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Private Libraries of the Roman Republic: Marcus Tullius Cicero as a case study
Pia Mustonen, MA
PhD student / University of Tampere
Marcus Tullius Cicero (106–43 BC), the Roman politician, philosopher and writer, was also one of
the best-known owners of a private library. Cicero's letters, which have been preserved
exceptionally well, contain numerous references not only to his own library but also to those owned
by other Roman aristocrats, as well as to their literary habits. From the viewpoint of the history of
libraries, Cicero’s correspondence with his friend Titus Pomponius Atticus (110–32 BC) is
especially interesting. Atticus lived in Athens and Cicero had known him since their common years
at school. He was a book collector devoted to an idle way of life, and, in addition to that, a wealthy
publisher and a book dealer.
The libraries in ancient Rome were similar to those in Greece as far as their types, organization and
contents were concerned. In fact, many of the actual manuscripts were brought to Rome from Greek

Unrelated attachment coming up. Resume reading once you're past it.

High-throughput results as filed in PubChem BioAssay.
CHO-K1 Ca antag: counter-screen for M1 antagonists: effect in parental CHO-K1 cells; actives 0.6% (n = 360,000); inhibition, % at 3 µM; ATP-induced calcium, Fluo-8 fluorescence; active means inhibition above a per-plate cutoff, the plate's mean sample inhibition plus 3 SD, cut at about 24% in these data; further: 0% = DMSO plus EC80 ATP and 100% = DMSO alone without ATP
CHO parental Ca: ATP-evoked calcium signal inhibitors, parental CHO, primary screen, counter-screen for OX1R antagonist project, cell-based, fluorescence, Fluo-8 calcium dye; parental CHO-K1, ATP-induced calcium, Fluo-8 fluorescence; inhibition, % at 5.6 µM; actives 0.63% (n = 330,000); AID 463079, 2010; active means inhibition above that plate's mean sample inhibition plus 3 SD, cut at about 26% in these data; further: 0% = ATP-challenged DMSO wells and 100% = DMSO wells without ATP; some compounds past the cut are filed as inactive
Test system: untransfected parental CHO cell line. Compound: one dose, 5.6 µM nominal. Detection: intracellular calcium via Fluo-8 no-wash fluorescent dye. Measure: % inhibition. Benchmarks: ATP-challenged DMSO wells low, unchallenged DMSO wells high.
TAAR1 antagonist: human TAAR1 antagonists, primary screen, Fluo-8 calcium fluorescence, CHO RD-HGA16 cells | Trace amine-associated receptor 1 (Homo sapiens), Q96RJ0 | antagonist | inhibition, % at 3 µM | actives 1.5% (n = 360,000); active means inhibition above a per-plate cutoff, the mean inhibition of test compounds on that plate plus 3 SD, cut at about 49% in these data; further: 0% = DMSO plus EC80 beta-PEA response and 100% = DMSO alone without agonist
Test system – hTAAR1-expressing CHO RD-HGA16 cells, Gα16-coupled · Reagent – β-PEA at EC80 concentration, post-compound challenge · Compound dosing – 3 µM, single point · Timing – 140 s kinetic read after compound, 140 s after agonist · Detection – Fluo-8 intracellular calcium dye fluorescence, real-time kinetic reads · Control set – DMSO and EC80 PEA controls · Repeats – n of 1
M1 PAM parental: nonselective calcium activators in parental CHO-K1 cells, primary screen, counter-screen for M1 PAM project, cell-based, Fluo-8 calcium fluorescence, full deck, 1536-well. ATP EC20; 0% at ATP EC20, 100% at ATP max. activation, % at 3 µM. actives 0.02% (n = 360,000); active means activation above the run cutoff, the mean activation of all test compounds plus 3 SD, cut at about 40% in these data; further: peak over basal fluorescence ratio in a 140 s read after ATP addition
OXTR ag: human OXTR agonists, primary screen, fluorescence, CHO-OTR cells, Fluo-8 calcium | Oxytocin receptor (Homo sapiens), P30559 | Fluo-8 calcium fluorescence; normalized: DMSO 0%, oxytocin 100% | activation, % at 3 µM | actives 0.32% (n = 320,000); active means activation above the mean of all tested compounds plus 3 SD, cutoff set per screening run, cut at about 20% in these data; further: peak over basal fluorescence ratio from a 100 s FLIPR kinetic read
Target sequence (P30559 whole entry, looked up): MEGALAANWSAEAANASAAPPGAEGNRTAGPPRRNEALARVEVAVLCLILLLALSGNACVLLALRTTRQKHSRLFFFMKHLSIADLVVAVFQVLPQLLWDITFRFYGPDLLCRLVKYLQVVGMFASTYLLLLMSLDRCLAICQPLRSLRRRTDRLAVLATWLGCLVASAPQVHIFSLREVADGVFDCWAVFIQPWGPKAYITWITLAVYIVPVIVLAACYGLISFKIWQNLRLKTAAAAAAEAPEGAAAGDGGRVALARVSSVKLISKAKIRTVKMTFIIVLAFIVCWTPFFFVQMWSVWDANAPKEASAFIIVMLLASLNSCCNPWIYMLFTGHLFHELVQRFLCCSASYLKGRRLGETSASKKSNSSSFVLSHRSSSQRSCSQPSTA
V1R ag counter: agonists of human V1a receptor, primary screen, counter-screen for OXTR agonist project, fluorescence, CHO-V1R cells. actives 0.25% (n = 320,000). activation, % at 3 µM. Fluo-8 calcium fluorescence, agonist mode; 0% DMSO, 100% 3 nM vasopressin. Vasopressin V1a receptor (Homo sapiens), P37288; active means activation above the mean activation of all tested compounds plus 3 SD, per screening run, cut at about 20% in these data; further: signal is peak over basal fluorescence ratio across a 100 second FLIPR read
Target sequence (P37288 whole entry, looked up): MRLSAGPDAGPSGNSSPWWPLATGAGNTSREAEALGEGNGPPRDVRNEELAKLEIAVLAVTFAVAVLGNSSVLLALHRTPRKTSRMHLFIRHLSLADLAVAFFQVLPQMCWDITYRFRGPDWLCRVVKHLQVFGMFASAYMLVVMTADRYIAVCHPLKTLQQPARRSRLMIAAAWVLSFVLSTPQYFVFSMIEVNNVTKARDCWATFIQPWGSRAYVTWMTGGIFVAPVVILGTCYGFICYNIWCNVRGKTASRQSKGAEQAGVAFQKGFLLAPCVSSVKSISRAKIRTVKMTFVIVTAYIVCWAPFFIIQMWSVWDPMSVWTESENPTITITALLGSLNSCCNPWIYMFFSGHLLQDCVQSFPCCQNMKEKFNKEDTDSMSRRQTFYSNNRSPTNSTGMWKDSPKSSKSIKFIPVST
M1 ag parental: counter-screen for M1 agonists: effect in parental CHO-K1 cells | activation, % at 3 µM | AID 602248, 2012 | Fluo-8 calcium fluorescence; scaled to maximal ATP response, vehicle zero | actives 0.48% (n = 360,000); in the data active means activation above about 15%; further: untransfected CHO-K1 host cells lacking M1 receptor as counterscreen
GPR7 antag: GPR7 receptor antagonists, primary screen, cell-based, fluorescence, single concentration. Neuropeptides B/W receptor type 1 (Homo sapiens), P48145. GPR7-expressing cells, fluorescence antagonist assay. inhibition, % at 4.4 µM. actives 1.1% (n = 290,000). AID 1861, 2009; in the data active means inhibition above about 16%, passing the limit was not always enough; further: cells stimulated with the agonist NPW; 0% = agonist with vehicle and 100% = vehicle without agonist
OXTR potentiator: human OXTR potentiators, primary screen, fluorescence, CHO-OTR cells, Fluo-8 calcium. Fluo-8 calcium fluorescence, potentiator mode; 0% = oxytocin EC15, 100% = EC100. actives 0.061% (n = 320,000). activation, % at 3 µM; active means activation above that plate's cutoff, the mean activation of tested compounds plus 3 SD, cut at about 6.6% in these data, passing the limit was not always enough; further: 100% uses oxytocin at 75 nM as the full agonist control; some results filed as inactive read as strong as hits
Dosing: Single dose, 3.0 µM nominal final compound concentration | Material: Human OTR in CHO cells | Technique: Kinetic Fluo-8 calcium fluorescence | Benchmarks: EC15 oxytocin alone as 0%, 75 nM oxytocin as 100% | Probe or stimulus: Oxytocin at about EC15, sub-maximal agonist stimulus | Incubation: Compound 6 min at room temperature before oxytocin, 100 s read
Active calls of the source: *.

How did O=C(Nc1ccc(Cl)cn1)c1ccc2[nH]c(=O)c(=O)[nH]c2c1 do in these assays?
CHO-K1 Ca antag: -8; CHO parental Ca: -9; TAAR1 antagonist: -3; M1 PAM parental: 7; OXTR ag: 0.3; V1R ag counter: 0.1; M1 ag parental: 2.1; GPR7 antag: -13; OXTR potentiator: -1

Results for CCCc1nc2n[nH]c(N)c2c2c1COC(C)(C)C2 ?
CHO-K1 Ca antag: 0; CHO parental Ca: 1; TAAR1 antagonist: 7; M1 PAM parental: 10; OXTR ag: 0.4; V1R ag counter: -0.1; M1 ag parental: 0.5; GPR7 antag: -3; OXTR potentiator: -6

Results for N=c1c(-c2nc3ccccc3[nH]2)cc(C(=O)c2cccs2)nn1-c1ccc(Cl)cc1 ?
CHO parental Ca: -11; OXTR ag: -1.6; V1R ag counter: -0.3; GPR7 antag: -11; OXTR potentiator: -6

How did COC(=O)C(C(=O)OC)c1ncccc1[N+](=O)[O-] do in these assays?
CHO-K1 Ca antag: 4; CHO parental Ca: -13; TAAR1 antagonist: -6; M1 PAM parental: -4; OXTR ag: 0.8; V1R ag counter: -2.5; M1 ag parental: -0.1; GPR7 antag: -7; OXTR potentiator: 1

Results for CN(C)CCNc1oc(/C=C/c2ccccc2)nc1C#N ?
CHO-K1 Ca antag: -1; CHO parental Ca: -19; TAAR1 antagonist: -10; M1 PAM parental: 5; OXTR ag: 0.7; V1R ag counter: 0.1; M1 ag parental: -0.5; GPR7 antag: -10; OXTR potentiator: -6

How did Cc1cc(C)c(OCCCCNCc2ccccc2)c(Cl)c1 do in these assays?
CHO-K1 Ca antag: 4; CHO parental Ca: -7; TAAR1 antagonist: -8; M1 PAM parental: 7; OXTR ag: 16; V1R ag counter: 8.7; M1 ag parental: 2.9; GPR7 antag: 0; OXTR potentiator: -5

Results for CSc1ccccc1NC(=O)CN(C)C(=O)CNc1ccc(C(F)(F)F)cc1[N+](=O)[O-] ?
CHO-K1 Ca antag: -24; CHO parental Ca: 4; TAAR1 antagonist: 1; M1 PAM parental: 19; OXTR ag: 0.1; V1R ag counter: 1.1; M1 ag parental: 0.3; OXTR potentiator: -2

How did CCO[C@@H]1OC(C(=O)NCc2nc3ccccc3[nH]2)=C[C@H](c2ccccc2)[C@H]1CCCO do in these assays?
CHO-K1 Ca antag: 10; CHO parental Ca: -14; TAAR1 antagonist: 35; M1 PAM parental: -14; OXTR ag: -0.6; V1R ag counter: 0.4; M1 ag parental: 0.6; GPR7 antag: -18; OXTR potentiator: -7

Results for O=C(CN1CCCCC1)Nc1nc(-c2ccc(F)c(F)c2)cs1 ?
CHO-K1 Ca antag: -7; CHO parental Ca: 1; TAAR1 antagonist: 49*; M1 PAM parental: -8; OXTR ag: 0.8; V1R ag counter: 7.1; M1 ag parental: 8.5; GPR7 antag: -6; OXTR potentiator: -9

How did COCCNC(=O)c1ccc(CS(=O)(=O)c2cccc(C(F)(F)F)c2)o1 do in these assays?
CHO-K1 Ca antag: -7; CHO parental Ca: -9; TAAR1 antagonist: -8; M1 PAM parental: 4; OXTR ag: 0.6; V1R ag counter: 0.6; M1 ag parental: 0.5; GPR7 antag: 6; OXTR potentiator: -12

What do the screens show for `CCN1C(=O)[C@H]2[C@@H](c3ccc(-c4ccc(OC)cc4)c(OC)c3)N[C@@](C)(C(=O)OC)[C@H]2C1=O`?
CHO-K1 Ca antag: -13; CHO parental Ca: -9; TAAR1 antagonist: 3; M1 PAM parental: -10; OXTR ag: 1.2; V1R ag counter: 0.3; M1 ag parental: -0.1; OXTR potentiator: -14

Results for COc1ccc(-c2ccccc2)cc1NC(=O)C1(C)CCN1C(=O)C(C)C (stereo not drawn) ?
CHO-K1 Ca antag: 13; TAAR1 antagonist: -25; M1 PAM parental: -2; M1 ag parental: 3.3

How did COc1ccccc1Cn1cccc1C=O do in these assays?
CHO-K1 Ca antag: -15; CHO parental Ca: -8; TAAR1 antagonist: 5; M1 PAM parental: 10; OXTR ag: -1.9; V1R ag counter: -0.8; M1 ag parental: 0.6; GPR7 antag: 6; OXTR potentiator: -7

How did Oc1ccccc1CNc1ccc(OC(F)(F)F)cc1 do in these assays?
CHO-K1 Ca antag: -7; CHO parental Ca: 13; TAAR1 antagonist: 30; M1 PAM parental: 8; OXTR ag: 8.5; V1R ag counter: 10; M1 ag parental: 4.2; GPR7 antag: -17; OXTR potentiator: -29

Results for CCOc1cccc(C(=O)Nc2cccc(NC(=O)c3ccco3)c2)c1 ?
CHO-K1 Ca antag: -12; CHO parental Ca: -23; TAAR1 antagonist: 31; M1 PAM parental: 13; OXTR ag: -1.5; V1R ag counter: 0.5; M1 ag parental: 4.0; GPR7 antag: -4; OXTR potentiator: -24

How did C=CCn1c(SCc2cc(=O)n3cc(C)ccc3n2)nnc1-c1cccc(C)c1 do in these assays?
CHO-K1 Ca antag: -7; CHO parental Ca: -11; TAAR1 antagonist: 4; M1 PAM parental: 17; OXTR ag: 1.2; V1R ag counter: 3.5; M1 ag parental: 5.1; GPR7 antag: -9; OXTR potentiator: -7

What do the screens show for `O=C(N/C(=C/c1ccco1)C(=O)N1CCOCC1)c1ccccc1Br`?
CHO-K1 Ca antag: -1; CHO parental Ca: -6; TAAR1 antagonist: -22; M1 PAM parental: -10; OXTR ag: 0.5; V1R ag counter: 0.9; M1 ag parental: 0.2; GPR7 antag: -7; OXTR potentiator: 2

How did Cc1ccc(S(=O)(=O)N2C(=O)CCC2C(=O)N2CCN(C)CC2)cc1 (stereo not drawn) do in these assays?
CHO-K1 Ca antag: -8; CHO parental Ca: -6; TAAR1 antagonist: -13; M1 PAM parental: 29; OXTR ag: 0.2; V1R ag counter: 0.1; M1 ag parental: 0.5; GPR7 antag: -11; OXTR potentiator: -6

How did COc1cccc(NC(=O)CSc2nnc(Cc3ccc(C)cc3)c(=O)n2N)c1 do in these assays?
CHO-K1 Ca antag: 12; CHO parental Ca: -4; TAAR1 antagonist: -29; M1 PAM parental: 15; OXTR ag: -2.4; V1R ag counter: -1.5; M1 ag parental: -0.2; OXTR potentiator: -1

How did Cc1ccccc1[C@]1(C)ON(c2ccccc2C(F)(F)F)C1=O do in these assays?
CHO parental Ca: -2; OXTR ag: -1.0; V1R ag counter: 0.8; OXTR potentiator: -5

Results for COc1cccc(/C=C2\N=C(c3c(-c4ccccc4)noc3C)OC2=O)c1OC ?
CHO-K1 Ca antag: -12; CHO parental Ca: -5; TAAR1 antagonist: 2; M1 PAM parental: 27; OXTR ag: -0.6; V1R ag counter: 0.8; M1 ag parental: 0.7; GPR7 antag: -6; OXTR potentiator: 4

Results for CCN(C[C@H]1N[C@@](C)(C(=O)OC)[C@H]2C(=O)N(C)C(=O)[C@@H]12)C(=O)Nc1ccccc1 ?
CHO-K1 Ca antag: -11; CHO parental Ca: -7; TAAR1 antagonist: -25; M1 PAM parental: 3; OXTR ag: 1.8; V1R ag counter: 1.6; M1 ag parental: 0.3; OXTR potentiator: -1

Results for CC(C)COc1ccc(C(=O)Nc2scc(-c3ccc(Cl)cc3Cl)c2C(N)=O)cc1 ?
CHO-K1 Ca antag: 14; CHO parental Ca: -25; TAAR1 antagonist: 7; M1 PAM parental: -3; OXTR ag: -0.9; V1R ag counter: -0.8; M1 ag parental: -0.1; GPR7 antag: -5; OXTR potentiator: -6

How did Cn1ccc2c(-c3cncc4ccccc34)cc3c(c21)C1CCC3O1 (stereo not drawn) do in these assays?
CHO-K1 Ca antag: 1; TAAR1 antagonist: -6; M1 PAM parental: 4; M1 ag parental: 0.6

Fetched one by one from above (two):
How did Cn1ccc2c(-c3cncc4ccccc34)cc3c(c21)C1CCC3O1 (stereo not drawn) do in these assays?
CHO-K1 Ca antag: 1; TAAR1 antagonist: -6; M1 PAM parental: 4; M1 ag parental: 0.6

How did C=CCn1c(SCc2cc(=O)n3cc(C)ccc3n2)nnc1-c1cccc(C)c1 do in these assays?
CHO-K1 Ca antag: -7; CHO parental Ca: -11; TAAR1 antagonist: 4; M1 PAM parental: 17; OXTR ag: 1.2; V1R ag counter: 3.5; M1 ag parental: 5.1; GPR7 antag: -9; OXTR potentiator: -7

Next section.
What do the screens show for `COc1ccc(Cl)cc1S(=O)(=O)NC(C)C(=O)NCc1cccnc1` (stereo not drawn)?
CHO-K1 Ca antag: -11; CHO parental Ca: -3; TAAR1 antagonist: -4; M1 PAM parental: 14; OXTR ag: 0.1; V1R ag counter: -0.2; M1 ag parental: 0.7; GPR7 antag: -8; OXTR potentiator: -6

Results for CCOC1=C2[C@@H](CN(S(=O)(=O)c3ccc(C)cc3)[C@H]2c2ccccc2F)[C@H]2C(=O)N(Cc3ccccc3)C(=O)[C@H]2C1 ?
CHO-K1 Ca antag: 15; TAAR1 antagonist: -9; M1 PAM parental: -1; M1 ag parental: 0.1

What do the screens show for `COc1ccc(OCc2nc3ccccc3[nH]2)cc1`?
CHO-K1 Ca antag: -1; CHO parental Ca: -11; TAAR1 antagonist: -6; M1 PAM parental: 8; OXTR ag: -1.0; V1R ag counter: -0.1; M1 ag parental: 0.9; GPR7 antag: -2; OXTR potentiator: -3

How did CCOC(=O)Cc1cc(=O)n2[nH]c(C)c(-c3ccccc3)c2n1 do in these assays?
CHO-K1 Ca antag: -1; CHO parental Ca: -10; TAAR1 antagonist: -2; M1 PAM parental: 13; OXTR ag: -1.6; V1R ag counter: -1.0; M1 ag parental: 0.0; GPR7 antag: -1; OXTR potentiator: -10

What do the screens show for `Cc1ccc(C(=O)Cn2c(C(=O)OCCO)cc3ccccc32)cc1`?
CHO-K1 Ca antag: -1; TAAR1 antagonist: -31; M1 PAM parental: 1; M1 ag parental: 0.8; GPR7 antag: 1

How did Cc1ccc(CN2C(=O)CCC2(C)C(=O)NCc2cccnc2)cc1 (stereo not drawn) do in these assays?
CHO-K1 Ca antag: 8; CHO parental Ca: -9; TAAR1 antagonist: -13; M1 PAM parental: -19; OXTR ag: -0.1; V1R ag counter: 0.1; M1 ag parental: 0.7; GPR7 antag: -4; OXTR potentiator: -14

libraries. This cultural inheritance was a result of the expansion of the Roman world to the east: the
first great libraries of Rome were acquired as spoils of war from Greece and Asia Minor. These
libraries were models for private libraries which acted as meeting places of small social circles. Just
like libraries, the early Roman librarians were often brought from the Greek East – highly educated
slaves or prisoners of war. Most of the library personnel were occupied as copyists, since the major
part of the work consisted of copying. They also took care of the day-to-day tasks like reshelving
books, repairing damaged book rolls, keeping the catalogue up to date, and so on.
Private libraries were born on the idea of an aristocratic villa offering an opportunity for peace and
honourable leisure (otium) with books and friends. In addition to a library, such a villa was also
equipped with various artworks, gardens and places whose names – academia, lyceum or palaestra
– were meant to bring the corresponding hellenistic institutions to people’s minds. The library was a
joy not only to its owner, but also to friends and acquaintances. The usual practice was to allow
them access to collections and also to let them borrow books on request.
Athenis Finlandiae 2011, Jyväskylä, 12.-18.9.2011